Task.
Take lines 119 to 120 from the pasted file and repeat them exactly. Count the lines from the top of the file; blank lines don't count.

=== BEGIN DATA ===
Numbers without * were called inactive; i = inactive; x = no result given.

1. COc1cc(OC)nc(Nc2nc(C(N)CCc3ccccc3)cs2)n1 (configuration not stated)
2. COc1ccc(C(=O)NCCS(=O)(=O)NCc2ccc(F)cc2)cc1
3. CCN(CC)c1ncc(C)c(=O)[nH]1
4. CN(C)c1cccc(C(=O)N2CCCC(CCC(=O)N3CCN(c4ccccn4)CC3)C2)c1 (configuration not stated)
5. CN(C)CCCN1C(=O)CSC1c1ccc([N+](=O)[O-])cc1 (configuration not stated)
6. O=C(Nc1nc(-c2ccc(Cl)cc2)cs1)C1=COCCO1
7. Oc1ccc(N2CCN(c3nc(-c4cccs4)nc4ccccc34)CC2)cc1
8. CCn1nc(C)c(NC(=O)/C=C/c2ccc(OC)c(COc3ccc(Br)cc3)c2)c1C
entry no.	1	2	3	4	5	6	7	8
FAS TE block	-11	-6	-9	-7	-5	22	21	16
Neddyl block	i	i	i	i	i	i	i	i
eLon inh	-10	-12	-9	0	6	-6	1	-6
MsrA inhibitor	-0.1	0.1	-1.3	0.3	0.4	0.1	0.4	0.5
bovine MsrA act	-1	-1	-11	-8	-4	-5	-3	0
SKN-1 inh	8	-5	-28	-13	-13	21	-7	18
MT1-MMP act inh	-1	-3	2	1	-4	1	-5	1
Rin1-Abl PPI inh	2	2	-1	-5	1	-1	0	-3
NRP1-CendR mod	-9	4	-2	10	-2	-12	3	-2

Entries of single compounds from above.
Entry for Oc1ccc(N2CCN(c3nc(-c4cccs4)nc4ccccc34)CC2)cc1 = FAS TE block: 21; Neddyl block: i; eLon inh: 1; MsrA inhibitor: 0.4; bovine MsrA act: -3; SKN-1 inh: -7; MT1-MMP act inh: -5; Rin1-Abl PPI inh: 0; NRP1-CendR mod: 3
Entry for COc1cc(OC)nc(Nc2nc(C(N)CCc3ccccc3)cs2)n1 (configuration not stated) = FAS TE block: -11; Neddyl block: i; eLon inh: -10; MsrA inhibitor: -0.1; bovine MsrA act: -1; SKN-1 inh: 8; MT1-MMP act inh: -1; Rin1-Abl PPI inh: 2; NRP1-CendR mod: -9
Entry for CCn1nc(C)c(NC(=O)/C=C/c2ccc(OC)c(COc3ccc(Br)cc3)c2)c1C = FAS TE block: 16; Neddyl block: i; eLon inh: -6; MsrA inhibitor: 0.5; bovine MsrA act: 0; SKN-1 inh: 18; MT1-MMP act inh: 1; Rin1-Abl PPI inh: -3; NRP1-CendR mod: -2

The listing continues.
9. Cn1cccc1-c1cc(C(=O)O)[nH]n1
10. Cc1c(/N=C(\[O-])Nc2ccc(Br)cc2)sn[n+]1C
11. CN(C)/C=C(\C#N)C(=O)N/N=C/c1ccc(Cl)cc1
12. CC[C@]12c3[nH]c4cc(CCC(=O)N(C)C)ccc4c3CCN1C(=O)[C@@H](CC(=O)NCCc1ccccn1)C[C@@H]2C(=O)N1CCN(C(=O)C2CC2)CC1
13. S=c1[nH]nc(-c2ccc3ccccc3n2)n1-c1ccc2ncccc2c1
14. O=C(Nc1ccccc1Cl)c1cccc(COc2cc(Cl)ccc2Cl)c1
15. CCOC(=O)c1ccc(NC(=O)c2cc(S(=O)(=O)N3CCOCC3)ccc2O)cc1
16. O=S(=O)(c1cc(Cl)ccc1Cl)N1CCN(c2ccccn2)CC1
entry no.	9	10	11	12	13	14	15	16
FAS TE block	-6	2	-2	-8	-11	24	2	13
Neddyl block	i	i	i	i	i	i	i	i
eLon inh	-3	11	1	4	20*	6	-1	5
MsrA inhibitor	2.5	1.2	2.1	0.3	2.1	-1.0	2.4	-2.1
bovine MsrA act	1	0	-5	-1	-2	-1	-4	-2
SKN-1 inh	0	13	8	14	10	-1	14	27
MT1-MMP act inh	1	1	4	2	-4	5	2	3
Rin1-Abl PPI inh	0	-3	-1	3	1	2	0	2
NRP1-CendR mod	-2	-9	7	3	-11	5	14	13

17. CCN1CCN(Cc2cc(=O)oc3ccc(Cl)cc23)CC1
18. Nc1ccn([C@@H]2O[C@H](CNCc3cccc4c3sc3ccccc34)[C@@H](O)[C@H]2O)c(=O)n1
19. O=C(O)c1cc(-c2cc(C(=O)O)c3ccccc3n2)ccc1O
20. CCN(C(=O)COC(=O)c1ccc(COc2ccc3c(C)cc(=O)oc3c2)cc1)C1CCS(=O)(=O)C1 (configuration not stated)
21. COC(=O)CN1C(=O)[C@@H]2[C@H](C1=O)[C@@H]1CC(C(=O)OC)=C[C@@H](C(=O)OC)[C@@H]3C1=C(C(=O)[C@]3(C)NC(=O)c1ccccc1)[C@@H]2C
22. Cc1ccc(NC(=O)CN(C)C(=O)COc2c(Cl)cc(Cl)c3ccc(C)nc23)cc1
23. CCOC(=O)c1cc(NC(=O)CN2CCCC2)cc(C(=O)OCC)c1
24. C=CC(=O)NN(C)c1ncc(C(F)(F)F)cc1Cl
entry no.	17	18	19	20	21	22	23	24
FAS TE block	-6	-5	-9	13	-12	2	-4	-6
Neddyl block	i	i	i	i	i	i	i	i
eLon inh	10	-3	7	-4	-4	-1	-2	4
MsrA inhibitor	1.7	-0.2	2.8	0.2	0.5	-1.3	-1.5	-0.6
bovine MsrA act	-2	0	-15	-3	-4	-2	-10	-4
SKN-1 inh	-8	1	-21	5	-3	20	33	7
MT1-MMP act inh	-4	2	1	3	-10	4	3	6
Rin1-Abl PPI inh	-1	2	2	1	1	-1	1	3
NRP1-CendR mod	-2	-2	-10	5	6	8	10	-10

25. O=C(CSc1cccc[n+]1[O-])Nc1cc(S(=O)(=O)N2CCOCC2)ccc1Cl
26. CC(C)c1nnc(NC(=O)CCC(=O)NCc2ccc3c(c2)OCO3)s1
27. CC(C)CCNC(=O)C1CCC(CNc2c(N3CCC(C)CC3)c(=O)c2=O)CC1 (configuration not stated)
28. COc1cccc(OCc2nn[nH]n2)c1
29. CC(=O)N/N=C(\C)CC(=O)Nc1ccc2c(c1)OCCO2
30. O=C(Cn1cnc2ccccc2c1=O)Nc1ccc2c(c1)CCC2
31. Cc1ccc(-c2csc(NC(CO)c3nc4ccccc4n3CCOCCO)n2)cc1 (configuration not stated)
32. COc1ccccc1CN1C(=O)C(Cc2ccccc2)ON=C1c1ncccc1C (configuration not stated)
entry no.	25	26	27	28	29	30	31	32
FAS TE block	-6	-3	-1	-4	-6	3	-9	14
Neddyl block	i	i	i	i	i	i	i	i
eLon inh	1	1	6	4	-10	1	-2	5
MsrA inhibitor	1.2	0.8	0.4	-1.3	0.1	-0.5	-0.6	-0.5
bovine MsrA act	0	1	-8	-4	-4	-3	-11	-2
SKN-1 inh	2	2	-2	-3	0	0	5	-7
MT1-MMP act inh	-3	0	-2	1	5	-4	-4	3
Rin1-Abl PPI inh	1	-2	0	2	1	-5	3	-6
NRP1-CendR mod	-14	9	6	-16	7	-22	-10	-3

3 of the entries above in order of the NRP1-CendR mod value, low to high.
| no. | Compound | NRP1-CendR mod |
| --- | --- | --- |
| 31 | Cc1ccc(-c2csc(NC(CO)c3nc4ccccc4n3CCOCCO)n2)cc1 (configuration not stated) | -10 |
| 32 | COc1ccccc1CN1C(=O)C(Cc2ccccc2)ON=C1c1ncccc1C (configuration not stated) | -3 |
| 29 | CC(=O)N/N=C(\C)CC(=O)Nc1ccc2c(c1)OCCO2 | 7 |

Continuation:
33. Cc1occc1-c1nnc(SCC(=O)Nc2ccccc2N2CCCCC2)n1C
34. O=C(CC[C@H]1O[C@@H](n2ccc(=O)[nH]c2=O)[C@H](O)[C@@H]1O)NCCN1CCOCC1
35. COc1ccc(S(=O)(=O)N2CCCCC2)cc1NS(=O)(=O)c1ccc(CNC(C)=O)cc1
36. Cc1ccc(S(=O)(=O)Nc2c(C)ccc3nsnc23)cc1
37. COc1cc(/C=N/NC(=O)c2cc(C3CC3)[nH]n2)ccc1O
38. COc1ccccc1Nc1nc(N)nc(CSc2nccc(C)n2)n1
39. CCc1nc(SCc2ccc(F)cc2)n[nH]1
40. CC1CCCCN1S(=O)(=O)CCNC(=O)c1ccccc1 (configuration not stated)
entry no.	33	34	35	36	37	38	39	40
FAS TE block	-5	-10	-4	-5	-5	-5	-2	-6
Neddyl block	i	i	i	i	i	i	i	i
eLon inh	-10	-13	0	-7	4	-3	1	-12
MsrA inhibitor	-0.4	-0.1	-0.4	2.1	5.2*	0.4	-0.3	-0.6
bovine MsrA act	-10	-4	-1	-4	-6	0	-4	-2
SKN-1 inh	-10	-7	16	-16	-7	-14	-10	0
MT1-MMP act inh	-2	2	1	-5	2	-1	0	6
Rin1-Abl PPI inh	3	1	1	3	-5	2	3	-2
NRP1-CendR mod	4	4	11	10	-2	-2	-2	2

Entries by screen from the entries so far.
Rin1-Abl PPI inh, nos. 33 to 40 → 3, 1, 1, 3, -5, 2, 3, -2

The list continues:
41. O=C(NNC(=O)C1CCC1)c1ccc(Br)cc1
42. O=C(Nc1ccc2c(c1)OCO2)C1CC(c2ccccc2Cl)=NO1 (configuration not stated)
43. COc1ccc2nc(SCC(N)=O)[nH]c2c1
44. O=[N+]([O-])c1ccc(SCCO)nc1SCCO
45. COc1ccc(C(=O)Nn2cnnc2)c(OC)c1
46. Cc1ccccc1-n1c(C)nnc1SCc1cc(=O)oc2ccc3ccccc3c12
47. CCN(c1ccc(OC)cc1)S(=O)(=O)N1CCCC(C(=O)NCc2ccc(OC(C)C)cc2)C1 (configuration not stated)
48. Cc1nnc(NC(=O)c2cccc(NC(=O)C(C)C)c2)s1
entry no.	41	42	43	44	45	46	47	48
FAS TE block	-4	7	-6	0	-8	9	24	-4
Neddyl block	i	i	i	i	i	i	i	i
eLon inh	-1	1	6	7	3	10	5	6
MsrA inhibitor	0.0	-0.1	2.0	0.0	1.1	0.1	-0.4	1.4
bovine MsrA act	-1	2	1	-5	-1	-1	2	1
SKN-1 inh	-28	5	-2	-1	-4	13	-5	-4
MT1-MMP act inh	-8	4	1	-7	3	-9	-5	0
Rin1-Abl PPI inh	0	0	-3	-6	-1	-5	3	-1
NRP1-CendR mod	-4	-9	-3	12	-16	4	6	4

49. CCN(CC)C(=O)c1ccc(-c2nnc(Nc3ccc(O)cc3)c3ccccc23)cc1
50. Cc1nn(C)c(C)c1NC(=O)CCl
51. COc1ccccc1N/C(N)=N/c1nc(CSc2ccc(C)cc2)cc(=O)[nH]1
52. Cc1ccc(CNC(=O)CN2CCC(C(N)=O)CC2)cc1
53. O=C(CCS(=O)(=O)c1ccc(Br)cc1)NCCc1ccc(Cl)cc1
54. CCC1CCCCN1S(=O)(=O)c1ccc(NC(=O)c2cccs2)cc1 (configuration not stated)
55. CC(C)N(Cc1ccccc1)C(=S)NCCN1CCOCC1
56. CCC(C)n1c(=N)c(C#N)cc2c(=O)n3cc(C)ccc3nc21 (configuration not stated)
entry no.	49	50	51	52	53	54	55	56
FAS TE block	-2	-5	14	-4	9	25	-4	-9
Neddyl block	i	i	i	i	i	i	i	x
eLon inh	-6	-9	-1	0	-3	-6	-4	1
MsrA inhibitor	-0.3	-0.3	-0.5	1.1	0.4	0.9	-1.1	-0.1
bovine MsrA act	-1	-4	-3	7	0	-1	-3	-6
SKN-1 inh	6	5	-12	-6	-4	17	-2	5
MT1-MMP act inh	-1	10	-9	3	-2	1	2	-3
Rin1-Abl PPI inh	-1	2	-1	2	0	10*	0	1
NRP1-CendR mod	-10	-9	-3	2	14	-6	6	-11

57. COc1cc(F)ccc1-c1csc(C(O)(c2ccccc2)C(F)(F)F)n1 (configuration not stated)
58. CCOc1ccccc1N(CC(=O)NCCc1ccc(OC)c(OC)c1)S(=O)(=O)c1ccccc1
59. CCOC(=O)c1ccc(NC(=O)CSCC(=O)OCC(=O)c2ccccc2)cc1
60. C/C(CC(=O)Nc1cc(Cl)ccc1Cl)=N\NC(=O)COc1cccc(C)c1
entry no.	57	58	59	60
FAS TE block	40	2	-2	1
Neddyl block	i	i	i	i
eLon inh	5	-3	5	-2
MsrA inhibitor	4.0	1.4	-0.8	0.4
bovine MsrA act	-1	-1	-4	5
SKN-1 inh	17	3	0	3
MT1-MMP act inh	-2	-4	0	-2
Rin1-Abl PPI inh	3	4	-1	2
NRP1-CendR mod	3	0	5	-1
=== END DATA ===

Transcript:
MsrA inhibitor	0.0	-0.1	2.0	0.0	1.1	0.1	-0.4	1.4
bovine MsrA act	-1	2	1	-5	-1	-1	2	1